Grain prices this morning are mixed as the weather is battling it out with trade risk, as well fresh headlines regarding domestic demand.
“Pessimism never won any battle.” – Dwight Eisenhower (34th US President)
Grain Prices Continue the Battle with Weather, Trade Risk
Grain prices this morning are mixed as the weather is battling it out with trade risk, as well fresh headlines regarding domestic demand. Wet weather across the Midwest has stalled Plant 2018 progress a bit, but the market continues to watch for a NAFTA deal to hit Paul Ryan’s desk today or else there may not be a new agreement before the end of 2018. Also, worth mentioning is that China’s Vice Minister is in Washington this week to discuss.
On the farming front, the Plant 2018 campaign has certainly accelerated, as indicated by Monday’s crop progress report from the USDA. Informa just increased its estimates of acres getting planted. Compared to the USDA’s 88 million acres of corn, Informa is now estimating 89 million. For soybeans, Informa raised its estimate to 89.4 million acres, slightly higher than the USDA’s forecast of 89 million acres right now.
In Brazil, there’s some moisture being seen in a few places through the weekend that will provide some temporary relief, but then it’s expected that dry conditions will return after that. AgResource offices in South America are positing that both the USDA and CONAB and overstating Brazilian corn production by 7-10 million tonnes. This would suggest a crop closer to about 80 million tonnes, and expectations are that we’ll see those reductions in June and/or July WASDE reports.
Moisture continues to be a concern in a few places in Western Canada.  This is especially true for Manitoba, as per the most recent crop report.  Without any significant rains in the forecast, the market is getting a bit edgy. However, I’m cautious about saying we’re in a drought again this year.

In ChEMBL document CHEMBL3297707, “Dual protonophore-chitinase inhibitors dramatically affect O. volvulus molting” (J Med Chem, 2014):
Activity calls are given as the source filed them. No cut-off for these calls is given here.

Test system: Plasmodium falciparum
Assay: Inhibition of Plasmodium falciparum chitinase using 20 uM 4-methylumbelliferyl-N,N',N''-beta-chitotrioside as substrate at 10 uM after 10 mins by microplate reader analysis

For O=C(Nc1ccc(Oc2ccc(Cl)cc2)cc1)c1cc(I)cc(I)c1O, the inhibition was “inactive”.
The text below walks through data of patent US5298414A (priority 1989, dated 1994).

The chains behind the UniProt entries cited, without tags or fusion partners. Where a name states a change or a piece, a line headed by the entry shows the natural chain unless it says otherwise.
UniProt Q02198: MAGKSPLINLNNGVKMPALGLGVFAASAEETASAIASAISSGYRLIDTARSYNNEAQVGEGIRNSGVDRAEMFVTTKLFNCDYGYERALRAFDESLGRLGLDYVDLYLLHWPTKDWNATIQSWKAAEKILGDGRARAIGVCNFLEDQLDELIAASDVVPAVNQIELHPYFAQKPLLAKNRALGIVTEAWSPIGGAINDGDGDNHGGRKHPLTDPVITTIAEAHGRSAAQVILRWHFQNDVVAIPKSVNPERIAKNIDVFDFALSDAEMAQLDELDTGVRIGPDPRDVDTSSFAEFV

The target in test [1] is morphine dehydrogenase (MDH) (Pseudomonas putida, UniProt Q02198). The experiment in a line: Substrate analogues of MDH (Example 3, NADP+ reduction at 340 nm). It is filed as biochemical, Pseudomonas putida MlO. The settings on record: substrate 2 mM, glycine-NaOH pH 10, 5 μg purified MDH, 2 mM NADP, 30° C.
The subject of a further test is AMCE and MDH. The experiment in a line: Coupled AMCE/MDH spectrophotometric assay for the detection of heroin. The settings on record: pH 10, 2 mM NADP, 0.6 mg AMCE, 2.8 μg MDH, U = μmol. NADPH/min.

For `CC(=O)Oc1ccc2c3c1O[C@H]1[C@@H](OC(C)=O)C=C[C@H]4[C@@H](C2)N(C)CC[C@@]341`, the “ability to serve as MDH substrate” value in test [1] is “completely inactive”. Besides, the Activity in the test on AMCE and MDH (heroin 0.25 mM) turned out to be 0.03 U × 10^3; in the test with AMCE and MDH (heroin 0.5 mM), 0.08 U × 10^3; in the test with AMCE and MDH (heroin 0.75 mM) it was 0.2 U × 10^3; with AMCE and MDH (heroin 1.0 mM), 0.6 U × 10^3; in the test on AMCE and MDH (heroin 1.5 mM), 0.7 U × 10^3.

Barley Prices Looking for Direction
There is a fair amount of buzz out there in the Canadian Prairies that more malt barley acres are getting seeded this year. With malt barley prices at $3.75 USD or $5 CAD /bushel, it’s not necessarily the best-returning crop in the rotation for all farmers, but it’s also not the worst!
We’re cognizant of some of the changes in beer demand in America, as well as how beer companies are changing their barley-buying practices in other areas around the world.
Also, we’ve looked into the implications for the demand side of the balance sheet now that Cargill is closing its Spiritwood, ND malt barley facility. The flipside here is that the Chinese beer market is getting “crafty,” in addition to the increasing demand for feedstuffs (i.e., feed barley) by China.
While Canadian barley acres are climbing slightly in 2018/19, so are Australian and Argentina’s barley acres.
In fact, the USDA is currently estimating that farmers in Argentina will grow a record 3.5 million-tonne barley crop. We’ll take it with a grain of salt now though as farmers trying to double-crop are coming off a drought. Granted, rains have certainly been falling recently (and slowing down the corn and soybean harvests there), Argentina’s farmers will be planting into some drier conditions.
All things being equal, feed barley prices continue to be resilient. However, stronger barley prices (and feed grain prices) in general have put pressure on livestock prices in Canada.  Drier conditions in the US Southern Plains are also leading to liquidation of herds, which means potentially less demand for the still-large amount of feed grains available in North America.
Bullish Grain Prices Forecast in the Long-Term?
NOPA’s crush report showed us that a little more than 161 million bushels of US soybeans were crushed in April 2018. This the largest amount ever used in April and 16% higher year-over-year. The bearish part of the report (and that has the largest impact on canola prices) is that soy oil stocks increased to more than 2.09 billion pounds. That’s the largest amount of reserves in the past five years.
FocusEconomics says that, while the uncertainty around trade between the US and China is up in the air, soybean prices look attractive in the long term.  In 4Q2018, their average guesstimate for soybean prices is $10.38 USD /bushel on the Chicago futures board. For 4Q2019 (think 2019/20 soybean prices), they see an average forecast of $10.95.
For corn prices, FocusEconomics thinks that strong ethanol use and exports will support better values in the future. The average price forecasted in 4Q2018 is $4.24 USD per bushel. A year later, in 4Q2019, the average value forecasted for corn prices is $4.39.
For wheat prices, the grain market has struggled to find any fresh bullish news to help push things higher. What’s clear though is that the quality and size of the US winter wheat crop is less than what it was last year. This in mind, the average forecast is for $5.08 USD /bushel for Chicago soft red winter wheat prices in 4Q2018 and $5.60 for the same period in 2019.